The President will quickly argue the greater good – that of extrication from Afghanistan – will help refocus the US on the Pacific, where the threat of China is considered a higher priority.
This week, US President Joe Biden will endure some embarrassing admissions on how his administration mismanaged the troop withdrawal from Afghanistan.
Although it was his predecessor’s team that negotiated with the Taliban and designated this year as the time to get out, the optics of the plan’s ultimate execution are not pretty.
Evocations of the fall of Saigon in 1975 looked fit for purpose, rather than hyperbolic, during the mayhem in Kabul on Sunday.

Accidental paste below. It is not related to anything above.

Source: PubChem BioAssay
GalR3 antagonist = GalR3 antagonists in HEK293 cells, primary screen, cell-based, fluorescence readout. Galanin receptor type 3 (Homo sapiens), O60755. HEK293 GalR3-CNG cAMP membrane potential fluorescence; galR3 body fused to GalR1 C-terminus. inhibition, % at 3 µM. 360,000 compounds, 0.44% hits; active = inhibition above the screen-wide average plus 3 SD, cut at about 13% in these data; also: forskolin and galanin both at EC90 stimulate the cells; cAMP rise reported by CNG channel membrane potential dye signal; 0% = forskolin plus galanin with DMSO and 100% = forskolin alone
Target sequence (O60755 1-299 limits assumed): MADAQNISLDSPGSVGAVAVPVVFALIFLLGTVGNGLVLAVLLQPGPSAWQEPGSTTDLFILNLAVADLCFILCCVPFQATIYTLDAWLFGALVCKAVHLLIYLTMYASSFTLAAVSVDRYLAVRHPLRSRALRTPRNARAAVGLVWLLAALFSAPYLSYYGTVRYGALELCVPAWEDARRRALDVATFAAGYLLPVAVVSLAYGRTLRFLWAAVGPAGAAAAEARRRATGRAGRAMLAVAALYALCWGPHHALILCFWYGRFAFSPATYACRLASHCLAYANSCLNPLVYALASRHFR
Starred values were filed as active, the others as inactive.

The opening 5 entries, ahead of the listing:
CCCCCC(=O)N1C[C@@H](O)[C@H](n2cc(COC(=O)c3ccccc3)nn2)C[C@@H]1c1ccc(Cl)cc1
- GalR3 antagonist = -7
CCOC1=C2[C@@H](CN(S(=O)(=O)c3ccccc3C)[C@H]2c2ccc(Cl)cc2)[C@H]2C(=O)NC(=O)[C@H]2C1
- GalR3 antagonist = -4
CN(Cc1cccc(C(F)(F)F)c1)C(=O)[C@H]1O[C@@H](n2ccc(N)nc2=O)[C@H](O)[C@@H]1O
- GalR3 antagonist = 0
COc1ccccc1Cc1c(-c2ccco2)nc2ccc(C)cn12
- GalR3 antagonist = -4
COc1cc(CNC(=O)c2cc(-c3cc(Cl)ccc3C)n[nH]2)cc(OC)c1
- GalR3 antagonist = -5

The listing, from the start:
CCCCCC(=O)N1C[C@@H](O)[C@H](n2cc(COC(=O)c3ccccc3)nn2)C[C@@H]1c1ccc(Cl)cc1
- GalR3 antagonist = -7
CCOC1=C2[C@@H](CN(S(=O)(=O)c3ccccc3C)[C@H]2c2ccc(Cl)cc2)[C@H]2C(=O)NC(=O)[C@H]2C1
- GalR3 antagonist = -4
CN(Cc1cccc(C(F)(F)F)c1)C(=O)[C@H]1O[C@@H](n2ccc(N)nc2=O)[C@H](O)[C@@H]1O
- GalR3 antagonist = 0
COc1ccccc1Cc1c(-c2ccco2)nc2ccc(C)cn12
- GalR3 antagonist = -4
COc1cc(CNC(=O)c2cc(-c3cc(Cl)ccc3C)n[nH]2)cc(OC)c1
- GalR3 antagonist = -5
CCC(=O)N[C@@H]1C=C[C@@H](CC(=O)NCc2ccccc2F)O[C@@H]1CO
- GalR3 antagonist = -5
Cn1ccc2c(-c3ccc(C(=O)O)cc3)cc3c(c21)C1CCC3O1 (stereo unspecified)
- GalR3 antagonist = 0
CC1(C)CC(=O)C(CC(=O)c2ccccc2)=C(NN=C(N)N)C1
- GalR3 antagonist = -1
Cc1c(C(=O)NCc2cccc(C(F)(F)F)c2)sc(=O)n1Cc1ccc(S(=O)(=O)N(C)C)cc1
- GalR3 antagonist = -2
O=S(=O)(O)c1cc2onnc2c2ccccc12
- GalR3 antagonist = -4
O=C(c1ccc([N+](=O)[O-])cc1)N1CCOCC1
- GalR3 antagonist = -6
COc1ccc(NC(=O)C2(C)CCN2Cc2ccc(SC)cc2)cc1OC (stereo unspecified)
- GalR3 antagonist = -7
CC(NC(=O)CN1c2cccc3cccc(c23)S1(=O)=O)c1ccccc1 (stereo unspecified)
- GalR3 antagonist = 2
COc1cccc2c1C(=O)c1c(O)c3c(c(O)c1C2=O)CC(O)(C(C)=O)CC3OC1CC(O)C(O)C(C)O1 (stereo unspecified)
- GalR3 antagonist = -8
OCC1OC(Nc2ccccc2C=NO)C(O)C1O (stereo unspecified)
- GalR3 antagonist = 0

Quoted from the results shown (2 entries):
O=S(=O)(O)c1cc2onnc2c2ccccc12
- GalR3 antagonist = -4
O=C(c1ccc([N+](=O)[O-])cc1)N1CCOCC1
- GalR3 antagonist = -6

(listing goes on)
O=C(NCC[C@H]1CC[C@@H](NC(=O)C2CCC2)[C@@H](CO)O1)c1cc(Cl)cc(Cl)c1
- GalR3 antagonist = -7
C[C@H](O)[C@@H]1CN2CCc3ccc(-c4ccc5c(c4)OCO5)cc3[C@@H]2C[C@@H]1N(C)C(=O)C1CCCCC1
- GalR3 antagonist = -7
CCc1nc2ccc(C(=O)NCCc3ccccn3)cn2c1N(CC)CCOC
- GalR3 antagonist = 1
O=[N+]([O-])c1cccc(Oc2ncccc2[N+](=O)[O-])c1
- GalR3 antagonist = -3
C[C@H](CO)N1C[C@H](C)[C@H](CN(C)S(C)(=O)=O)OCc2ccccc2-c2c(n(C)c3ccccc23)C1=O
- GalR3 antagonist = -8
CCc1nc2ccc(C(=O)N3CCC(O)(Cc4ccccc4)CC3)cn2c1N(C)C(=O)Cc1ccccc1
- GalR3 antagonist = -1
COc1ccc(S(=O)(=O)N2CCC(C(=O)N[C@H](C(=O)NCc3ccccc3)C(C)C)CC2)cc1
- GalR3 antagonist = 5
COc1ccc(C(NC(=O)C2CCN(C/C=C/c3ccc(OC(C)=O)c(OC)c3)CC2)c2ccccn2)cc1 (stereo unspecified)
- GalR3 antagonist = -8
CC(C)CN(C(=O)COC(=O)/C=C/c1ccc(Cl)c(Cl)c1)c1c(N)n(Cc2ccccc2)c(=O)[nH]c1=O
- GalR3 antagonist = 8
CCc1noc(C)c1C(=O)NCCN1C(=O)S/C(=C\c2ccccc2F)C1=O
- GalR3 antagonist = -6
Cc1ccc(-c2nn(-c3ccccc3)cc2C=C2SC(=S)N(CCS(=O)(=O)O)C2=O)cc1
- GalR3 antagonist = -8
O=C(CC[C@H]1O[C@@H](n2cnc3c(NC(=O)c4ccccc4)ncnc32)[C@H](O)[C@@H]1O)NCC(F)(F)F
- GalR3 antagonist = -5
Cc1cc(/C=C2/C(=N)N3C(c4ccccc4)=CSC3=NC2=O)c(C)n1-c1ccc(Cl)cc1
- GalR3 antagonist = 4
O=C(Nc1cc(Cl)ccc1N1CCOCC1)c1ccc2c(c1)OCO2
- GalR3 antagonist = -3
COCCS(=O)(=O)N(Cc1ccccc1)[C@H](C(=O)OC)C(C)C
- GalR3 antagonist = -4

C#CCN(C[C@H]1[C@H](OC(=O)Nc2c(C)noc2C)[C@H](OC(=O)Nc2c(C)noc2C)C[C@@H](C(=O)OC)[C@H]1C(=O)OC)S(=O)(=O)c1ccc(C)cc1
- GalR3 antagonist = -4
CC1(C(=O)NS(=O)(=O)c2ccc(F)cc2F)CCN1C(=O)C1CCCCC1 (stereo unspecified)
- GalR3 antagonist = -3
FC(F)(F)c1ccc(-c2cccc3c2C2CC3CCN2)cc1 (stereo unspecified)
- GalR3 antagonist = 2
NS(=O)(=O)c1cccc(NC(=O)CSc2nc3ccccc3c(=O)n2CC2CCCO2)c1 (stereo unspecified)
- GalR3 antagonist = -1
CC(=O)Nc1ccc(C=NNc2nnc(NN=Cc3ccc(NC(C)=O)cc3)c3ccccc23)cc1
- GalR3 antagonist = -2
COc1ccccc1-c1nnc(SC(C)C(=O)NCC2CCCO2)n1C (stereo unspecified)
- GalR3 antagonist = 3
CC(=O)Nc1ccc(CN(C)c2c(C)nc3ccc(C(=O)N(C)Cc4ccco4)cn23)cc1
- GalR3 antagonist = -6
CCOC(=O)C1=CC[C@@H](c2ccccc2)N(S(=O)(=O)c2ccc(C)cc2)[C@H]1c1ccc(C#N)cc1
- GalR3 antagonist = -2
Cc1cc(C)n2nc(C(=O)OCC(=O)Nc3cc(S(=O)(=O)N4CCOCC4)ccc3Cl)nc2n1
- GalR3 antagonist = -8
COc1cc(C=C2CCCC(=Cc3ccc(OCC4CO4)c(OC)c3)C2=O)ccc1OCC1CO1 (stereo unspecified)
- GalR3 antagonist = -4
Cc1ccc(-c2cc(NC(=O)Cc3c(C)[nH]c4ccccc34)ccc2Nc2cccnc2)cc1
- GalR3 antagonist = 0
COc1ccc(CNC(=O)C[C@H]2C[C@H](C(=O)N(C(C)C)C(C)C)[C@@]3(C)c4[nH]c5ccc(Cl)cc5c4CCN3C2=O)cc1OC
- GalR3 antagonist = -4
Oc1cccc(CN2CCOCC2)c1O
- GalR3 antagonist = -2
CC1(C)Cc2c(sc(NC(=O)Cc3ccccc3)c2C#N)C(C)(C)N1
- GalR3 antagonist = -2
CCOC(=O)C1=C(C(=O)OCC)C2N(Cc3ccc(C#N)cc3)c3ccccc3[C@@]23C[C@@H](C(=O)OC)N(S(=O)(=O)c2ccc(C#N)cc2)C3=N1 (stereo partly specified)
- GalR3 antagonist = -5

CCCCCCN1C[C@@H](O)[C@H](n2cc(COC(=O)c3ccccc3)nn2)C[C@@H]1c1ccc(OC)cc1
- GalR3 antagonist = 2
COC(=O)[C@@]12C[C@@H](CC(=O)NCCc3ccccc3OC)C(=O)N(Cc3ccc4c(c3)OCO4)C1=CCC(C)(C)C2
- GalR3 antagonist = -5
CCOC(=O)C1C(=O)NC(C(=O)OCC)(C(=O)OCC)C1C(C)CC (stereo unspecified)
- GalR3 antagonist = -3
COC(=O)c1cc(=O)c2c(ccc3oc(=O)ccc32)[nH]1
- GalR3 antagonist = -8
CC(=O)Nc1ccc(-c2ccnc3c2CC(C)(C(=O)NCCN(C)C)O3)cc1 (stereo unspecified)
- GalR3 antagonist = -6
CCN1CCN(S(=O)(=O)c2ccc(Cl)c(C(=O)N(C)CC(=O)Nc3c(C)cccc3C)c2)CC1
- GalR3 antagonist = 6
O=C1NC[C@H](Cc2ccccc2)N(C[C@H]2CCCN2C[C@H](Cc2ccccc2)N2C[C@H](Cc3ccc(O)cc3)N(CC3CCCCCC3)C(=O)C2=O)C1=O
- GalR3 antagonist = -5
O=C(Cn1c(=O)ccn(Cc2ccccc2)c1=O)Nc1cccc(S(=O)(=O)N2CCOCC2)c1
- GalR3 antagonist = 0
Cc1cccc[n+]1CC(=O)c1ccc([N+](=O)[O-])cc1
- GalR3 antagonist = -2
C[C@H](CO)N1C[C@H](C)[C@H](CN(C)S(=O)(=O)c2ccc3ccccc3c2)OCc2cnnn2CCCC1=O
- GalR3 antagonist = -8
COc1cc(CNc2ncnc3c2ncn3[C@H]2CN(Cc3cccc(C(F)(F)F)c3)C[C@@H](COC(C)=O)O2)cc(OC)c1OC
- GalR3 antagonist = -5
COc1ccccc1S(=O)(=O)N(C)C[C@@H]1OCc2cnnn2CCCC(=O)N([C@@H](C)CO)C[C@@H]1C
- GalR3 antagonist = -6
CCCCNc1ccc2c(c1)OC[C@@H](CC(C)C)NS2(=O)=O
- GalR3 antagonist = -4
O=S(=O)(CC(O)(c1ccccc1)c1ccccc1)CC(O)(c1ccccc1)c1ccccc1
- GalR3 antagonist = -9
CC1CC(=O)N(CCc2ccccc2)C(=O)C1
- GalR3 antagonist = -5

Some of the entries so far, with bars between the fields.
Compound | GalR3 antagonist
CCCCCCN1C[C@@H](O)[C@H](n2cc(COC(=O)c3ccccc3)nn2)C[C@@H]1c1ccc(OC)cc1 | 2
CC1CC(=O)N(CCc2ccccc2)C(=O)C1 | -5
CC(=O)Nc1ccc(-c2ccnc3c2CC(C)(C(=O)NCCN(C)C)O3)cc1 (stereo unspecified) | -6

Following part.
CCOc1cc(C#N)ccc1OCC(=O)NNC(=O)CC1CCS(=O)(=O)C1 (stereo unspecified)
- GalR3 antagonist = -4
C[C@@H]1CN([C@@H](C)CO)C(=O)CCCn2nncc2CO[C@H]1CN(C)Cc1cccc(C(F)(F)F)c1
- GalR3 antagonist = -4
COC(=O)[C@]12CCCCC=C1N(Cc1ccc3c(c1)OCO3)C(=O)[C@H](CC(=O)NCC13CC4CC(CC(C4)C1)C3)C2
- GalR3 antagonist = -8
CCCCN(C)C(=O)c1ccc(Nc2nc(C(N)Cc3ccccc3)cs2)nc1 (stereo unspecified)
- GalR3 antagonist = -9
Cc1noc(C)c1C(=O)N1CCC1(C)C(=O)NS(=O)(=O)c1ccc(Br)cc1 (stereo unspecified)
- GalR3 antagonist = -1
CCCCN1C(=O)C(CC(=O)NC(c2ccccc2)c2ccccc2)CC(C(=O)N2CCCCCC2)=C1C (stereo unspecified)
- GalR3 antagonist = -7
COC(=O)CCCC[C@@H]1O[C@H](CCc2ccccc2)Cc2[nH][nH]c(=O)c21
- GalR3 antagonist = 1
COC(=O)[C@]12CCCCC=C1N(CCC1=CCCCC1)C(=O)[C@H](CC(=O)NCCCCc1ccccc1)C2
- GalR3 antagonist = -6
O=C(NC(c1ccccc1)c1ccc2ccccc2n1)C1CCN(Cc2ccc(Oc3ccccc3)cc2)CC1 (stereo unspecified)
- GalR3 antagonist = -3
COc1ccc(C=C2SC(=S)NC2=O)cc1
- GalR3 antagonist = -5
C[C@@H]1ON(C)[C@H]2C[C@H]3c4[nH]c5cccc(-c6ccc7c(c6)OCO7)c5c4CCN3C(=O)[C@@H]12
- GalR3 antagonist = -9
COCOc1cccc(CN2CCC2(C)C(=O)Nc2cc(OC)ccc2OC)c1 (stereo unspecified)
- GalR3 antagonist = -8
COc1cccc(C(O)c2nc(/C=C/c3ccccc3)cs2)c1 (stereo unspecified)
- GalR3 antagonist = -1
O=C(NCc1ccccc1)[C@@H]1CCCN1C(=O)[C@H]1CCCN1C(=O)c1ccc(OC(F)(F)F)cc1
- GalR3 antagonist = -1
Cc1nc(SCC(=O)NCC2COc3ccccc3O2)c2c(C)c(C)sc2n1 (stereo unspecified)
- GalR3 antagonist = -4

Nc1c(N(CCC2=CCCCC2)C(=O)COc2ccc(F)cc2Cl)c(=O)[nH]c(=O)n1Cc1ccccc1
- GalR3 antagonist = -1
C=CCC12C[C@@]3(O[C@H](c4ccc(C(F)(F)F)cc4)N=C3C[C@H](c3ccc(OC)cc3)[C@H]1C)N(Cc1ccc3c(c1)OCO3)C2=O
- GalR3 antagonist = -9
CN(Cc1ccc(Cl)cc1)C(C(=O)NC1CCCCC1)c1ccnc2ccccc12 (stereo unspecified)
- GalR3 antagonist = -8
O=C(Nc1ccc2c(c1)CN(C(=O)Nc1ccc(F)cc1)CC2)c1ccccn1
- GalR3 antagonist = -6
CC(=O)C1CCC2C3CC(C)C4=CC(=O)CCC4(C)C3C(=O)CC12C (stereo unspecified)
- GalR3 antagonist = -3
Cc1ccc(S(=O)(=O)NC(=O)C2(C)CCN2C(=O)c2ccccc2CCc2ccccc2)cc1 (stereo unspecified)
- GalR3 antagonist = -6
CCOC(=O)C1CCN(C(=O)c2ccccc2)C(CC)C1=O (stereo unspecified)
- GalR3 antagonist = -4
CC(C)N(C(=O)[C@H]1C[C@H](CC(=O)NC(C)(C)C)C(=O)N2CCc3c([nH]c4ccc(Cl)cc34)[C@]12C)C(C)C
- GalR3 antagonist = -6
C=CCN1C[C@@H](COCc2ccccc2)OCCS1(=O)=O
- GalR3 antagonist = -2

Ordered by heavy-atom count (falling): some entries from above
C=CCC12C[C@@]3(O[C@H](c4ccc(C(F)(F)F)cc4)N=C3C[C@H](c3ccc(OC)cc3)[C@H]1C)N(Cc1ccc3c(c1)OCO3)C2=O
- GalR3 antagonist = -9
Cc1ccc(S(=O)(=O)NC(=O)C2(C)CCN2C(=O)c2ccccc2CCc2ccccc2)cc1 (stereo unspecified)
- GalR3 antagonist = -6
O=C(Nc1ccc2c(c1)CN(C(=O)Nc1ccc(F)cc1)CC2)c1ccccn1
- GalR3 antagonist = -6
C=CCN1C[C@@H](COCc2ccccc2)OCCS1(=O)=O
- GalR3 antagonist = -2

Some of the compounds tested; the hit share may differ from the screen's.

Biden’s decision to hasten the withdrawal of US troops, and his view that the Afghanistan evacuation would bear “zero” resemblance to Saigon, will no doubt be repeatedly dragged up by his political opponents.
He will show some humility and plenty of empathy about the situation, but he will quickly argue that the greater good – that of leaving Afghanistan – will help refocus the US on the Pacific region, where the threat of China is considered a higher priority for the American and Australian military.
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